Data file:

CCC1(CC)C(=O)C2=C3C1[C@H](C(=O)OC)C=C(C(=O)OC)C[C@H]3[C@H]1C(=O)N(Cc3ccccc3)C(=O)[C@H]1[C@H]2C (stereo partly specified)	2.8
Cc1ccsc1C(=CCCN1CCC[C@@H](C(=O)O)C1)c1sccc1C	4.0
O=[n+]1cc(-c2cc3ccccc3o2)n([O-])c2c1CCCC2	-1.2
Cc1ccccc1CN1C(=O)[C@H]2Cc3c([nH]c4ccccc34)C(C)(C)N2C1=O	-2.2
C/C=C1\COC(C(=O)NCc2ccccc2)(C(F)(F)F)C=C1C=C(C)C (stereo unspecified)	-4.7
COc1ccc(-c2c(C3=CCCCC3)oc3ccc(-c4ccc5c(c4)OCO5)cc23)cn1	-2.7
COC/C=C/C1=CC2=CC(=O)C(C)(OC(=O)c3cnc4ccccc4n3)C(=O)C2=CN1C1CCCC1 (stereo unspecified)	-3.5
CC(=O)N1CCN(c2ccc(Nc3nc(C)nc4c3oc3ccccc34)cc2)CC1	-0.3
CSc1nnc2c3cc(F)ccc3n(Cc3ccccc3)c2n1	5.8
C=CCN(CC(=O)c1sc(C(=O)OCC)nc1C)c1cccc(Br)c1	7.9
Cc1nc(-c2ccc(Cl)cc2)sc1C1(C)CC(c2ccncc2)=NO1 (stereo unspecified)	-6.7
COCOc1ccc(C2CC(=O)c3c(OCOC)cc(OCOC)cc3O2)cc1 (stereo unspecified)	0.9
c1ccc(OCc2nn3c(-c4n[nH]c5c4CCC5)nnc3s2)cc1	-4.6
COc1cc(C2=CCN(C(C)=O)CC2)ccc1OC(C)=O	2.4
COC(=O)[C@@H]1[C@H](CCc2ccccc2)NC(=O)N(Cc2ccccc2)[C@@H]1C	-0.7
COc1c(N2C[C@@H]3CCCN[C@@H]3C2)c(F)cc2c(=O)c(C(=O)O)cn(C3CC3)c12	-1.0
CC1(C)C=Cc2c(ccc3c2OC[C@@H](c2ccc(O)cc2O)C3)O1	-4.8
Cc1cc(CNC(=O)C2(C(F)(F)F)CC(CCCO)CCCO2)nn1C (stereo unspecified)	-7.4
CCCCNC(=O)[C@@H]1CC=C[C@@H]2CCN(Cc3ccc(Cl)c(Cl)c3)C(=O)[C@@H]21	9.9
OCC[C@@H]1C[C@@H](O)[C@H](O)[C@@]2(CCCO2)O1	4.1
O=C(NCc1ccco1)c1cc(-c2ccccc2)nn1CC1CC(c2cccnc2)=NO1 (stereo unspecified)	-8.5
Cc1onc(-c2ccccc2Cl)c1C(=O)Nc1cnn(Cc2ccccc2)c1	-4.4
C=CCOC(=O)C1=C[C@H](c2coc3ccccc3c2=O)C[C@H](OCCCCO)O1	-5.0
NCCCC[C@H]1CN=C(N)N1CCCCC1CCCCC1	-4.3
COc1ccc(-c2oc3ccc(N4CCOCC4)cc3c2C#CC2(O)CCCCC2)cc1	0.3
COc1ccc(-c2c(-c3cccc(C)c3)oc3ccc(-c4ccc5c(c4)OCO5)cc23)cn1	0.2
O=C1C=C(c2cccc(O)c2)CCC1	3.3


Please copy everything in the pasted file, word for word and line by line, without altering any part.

CCC1(CC)C(=O)C2=C3C1[C@H](C(=O)OC)C=C(C(=O)OC)C[C@H]3[C@H]1C(=O)N(Cc3ccccc3)C(=O)[C@H]1[C@H]2C (stereo partly specified)	2.8
Cc1ccsc1C(=CCCN1CCC[C@@H](C(=O)O)C1)c1sccc1C	4.0
O=[n+]1cc(-c2cc3ccccc3o2)n([O-])c2c1CCCC2	-1.2
Cc1ccccc1CN1C(=O)[C@H]2Cc3c([nH]c4ccccc34)C(C)(C)N2C1=O	-2.2
C/C=C1\COC(C(=O)NCc2ccccc2)(C(F)(F)F)C=C1C=C(C)C (stereo unspecified)	-4.7
COc1ccc(-c2c(C3=CCCCC3)oc3ccc(-c4ccc5c(c4)OCO5)cc23)cn1	-2.7
COC/C=C/C1=CC2=CC(=O)C(C)(OC(=O)c3cnc4ccccc4n3)C(=O)C2=CN1C1CCCC1 (stereo unspecified)	-3.5
CC(=O)N1CCN(c2ccc(Nc3nc(C)nc4c3oc3ccccc34)cc2)CC1	-0.3
CSc1nnc2c3cc(F)ccc3n(Cc3ccccc3)c2n1	5.8
C=CCN(CC(=O)c1sc(C(=O)OCC)nc1C)c1cccc(Br)c1	7.9
Cc1nc(-c2ccc(Cl)cc2)sc1C1(C)CC(c2ccncc2)=NO1 (stereo unspecified)	-6.7
COCOc1ccc(C2CC(=O)c3c(OCOC)cc(OCOC)cc3O2)cc1 (stereo unspecified)	0.9
c1ccc(OCc2nn3c(-c4n[nH]c5c4CCC5)nnc3s2)cc1	-4.6
COc1cc(C2=CCN(C(C)=O)CC2)ccc1OC(C)=O	2.4
COC(=O)[C@@H]1[C@H](CCc2ccccc2)NC(=O)N(Cc2ccccc2)[C@@H]1C	-0.7
COc1c(N2C[C@@H]3CCCN[C@@H]3C2)c(F)cc2c(=O)c(C(=O)O)cn(C3CC3)c12	-1.0
CC1(C)C=Cc2c(ccc3c2OC[C@@H](c2ccc(O)cc2O)C3)O1	-4.8
Cc1cc(CNC(=O)C2(C(F)(F)F)CC(CCCO)CCCO2)nn1C (stereo unspecified)	-7.4
CCCCNC(=O)[C@@H]1CC=C[C@@H]2CCN(Cc3ccc(Cl)c(Cl)c3)C(=O)[C@@H]21	9.9
OCC[C@@H]1C[C@@H](O)[C@H](O)[C@@]2(CCCO2)O1	4.1
O=C(NCc1ccco1)c1cc(-c2ccccc2)nn1CC1CC(c2cccnc2)=NO1 (stereo unspecified)	-8.5
Cc1onc(-c2ccccc2Cl)c1C(=O)Nc1cnn(Cc2ccccc2)c1	-4.4
C=CCOC(=O)C1=C[C@H](c2coc3ccccc3c2=O)C[C@H](OCCCCO)O1	-5.0
NCCCC[C@H]1CN=C(N)N1CCCCC1CCCCC1	-4.3
COc1ccc(-c2oc3ccc(N4CCOCC4)cc3c2C#CC2(O)CCCCC2)cc1	0.3
COc1ccc(-c2c(-c3cccc(C)c3)oc3ccc(-c4ccc5c(c4)OCO5)cc23)cn1	0.2
O=C1C=C(c2cccc(O)c2)CCC1	3.3